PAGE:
I believe in standing up for the
things you deem sacred and true. We are
losing our religious freedom in America largely because those who benefit from
it most are protecting it least. Many
within organized Christianity in this country say that religious activism is
both unsavory and uncouth. They believe
the job of the Church is specifically to save the lost and therefore anything
not directly related to that task is unwarranted and unjustified. Love, they say, is the only thing the Church
Theologically there is so much wrong with that viewpoint
that reams of paper would hardly suffice to adequately respond. I would simply point out the following:
first, a majority of those who were aware of Jesus and His ministry throughout
the Holy Land believed the travelling Rabbi was unsavory and uncouth. Yet, He wasn’t so starved for professions of
faith that He gave people what they wanted rather than what they needed. It was rather easy to get people to scream
“Crucify!” and what does that imply about their view of His work and
ministry? Should He have abandoned His
message and style to attract more people?
Second, the job of the Church is not to save the lost. When Peter made his ‘great confession’ about
the identity of Christ, one of the first things Jesus said was, “You did not
learn this from any human being” (Matthew 16:17b New Living Translation). The
Church has been commissioned and
empowered to make disciples but the salvation of the human soul is strictly a
Divine business. As Paul noted to the
church in Corinth, “I planted the seed in your hearts, and Apollos watered it,
but it was God who made it grow” (1 Corinthians 3:6 NLT). It seems to me that
those who complain about ecclesiastical activism hold an awfully high view of
themselves and their abilities.
Finally, the idea that the Church should only actively
promote love demonstrates a rather small and narrow view of love. What people generally mean when saying love
is all the Church should promote is that Christianity is all about
acceptance. This view suggests that all
the Church really has to do is make people feel good about themselves by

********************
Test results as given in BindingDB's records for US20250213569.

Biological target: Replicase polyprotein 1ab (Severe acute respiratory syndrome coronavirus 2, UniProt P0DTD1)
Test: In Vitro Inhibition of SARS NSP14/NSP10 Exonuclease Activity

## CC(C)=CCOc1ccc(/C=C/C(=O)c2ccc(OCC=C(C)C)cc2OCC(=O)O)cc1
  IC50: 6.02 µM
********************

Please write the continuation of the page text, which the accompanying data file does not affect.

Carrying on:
proclaiming love. But doesn’t John 3:16
say that “God loved the world so much that he gave his one and only Son, so
that everyone who believes in him will not perish…”? Simply put, Godly love is all about
transformation. It’s not about
affirmation. The reasons many give for justifying
their lack of religious activism seems to be to be nothing but a cover for
their fear of getting involved and a cloak for their spiritual laziness.
Yet despite my full-fledged belief in Christian activism I
must also acknowledge why I believe it is only having a minimal effect on
society. Lack of prayer. Back to the “great confession” for a
moment. No sooner had Peter shown
absolute theological clarity by rightly identifying Jesus as “the Messiah, the
Son of the living God” he was roundly condemned by Jesus as “Satan” for his lack of vision concerning
the just revealed task of the Son of God…to die for the sins of humankind (see
Matthew 16:16-27). Theological clarity
did not equate to functional acceptance of the will of God. Similarly, understanding that the Scriptures
teach that believers are to let the light of the Gospel of Jesus Christ shine
so that “it gives light to everyone in the house” (Matthew 5:15) does not
translate into functionally accepting and practicing that everything done in
God’s name and for the sake of His Kingdom must be bathed and saturated in
prayer! The Apostle Paul said, “Never stop
praying” (1 Thessalonians 5:17).
There is no point in going on for pages and ages about what
Scripture says about the requirement and potency of prayer. Let it just be said that all the things
Christians do for the right reasons will never be able to accomplish what they
could without being prayed over in what Scripture calls “[T]he earnest prayer
of a righteous person” (James 5:16b).
Peter was right to call Jesus the Messiah but wrong to suggest there had
to be a better way for the Messiah to do the work of God. Christian activism is right to stand front
and center going toe to toe with purveyors of sin but wrong to think the mere
act of opposing sin can be triumphant without the time and effort spent of prayer.
Although the Apostles had been given specific instructions
and powers by Jesus to cast out demons they failed to give a particular man’s
son relief from demonic torment. Jesus
promptly cast out the demon and the Apostles asked Him why they had failed to
do what He had given them power to do.
He responded about a lack of faith and then added, “this kind [of demon]
won’t leave except by prayer and fasting” (Matthew 17:21). Imagine that.
Commissioned by God to do a task but unable to fulfill what was clearly
His will because of a lack of prayer.
One of the most powerful quotes about prayer (attributed to many
sources) makes sense here: “You can do more than pray after you have prayed,
but you cannot do more than pray until you have prayed.” Whether it was John Bunyan or A.J. Gordon who
initially said that I do not know. But
Christian activists today who sincerely want to change the direction culture is
heading need to take it to heart.
Activism without prayer merely stirs the pot. Prayer without activism isn’t sincere. But the Christian activist bent on exposing
evil (Ephesians 5:11) and willing to put forth the effort in laborious
heartfelt prayer…that is the person who is practicing empowered activism and
will surely change the world.
Ray Rooney, Jr.